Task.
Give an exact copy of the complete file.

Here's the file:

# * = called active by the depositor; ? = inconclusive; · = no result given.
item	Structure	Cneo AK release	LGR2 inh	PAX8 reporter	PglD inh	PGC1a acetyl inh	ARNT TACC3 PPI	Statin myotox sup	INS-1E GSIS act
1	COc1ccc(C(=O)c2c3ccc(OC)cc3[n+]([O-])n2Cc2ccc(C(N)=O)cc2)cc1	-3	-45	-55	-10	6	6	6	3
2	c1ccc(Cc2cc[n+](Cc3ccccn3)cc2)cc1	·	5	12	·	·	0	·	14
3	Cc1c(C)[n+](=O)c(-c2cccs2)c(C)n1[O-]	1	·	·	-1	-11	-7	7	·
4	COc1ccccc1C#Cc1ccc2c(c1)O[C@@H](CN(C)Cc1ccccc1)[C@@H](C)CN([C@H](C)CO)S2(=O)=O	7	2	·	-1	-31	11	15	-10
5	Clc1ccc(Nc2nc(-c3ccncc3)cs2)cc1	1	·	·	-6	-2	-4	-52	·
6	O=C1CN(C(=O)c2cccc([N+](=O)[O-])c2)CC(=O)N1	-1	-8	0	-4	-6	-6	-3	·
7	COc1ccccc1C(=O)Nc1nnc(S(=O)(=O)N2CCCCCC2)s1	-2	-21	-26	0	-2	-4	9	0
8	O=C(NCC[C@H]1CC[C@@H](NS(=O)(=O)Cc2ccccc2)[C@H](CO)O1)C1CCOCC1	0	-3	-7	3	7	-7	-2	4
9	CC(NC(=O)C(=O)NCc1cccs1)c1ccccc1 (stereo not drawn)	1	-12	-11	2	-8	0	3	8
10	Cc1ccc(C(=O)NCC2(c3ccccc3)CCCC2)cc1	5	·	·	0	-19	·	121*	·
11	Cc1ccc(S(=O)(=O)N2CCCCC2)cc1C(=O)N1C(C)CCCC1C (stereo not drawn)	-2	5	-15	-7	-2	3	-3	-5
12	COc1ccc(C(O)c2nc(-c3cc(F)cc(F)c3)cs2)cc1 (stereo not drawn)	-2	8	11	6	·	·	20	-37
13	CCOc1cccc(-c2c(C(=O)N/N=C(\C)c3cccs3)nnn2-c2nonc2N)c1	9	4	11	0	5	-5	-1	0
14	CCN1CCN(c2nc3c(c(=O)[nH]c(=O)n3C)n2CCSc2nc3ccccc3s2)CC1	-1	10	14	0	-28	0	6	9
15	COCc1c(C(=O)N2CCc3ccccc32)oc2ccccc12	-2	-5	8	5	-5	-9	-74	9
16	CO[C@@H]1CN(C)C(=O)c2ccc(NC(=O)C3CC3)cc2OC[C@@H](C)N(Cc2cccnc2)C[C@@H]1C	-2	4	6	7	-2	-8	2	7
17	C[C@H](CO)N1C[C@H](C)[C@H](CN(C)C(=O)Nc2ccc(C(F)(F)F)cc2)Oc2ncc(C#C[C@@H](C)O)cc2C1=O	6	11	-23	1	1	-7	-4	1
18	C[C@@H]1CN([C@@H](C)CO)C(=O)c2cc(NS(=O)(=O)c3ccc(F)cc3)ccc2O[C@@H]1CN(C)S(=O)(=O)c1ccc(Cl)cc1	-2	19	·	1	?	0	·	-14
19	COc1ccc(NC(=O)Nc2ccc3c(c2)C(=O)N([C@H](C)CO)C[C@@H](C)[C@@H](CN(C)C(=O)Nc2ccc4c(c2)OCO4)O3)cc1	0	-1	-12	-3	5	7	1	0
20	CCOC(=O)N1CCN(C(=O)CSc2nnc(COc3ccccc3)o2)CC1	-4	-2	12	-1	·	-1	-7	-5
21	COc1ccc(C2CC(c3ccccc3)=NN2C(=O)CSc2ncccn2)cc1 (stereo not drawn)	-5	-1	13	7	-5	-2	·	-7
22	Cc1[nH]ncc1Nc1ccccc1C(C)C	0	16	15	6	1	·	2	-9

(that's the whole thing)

# * = called active by the depositor; ? = inconclusive; · = no result given.
item	Structure	Cneo AK release	LGR2 inh	PAX8 reporter	PglD inh	PGC1a acetyl inh	ARNT TACC3 PPI	Statin myotox sup	INS-1E GSIS act
1	COc1ccc(C(=O)c2c3ccc(OC)cc3[n+]([O-])n2Cc2ccc(C(N)=O)cc2)cc1	-3	-45	-55	-10	6	6	6	3
2	c1ccc(Cc2cc[n+](Cc3ccccn3)cc2)cc1	·	5	12	·	·	0	·	14
3	Cc1c(C)[n+](=O)c(-c2cccs2)c(C)n1[O-]	1	·	·	-1	-11	-7	7	·
4	COc1ccccc1C#Cc1ccc2c(c1)O[C@@H](CN(C)Cc1ccccc1)[C@@H](C)CN([C@H](C)CO)S2(=O)=O	7	2	·	-1	-31	11	15	-10
5	Clc1ccc(Nc2nc(-c3ccncc3)cs2)cc1	1	·	·	-6	-2	-4	-52	·
6	O=C1CN(C(=O)c2cccc([N+](=O)[O-])c2)CC(=O)N1	-1	-8	0	-4	-6	-6	-3	·
7	COc1ccccc1C(=O)Nc1nnc(S(=O)(=O)N2CCCCCC2)s1	-2	-21	-26	0	-2	-4	9	0
8	O=C(NCC[C@H]1CC[C@@H](NS(=O)(=O)Cc2ccccc2)[C@H](CO)O1)C1CCOCC1	0	-3	-7	3	7	-7	-2	4
9	CC(NC(=O)C(=O)NCc1cccs1)c1ccccc1 (stereo not drawn)	1	-12	-11	2	-8	0	3	8
10	Cc1ccc(C(=O)NCC2(c3ccccc3)CCCC2)cc1	5	·	·	0	-19	·	121*	·
11	Cc1ccc(S(=O)(=O)N2CCCCC2)cc1C(=O)N1C(C)CCCC1C (stereo not drawn)	-2	5	-15	-7	-2	3	-3	-5
12	COc1ccc(C(O)c2nc(-c3cc(F)cc(F)c3)cs2)cc1 (stereo not drawn)	-2	8	11	6	·	·	20	-37
13	CCOc1cccc(-c2c(C(=O)N/N=C(\C)c3cccs3)nnn2-c2nonc2N)c1	9	4	11	0	5	-5	-1	0
14	CCN1CCN(c2nc3c(c(=O)[nH]c(=O)n3C)n2CCSc2nc3ccccc3s2)CC1	-1	10	14	0	-28	0	6	9
15	COCc1c(C(=O)N2CCc3ccccc32)oc2ccccc12	-2	-5	8	5	-5	-9	-74	9
16	CO[C@@H]1CN(C)C(=O)c2ccc(NC(=O)C3CC3)cc2OC[C@@H](C)N(Cc2cccnc2)C[C@@H]1C	-2	4	6	7	-2	-8	2	7
17	C[C@H](CO)N1C[C@H](C)[C@H](CN(C)C(=O)Nc2ccc(C(F)(F)F)cc2)Oc2ncc(C#C[C@@H](C)O)cc2C1=O	6	11	-23	1	1	-7	-4	1
18	C[C@@H]1CN([C@@H](C)CO)C(=O)c2cc(NS(=O)(=O)c3ccc(F)cc3)ccc2O[C@@H]1CN(C)S(=O)(=O)c1ccc(Cl)cc1	-2	19	·	1	?	0	·	-14
19	COc1ccc(NC(=O)Nc2ccc3c(c2)C(=O)N([C@H](C)CO)C[C@@H](C)[C@@H](CN(C)C(=O)Nc2ccc4c(c2)OCO4)O3)cc1	0	-1	-12	-3	5	7	1	0
20	CCOC(=O)N1CCN(C(=O)CSc2nnc(COc3ccccc3)o2)CC1	-4	-2	12	-1	·	-1	-7	-5
21	COc1ccc(C2CC(c3ccccc3)=NN2C(=O)CSc2ncccn2)cc1 (stereo not drawn)	-5	-1	13	7	-5	-2	·	-7
22	Cc1[nH]ncc1Nc1ccccc1C(C)C	0	16	15	6	1	·	2	-9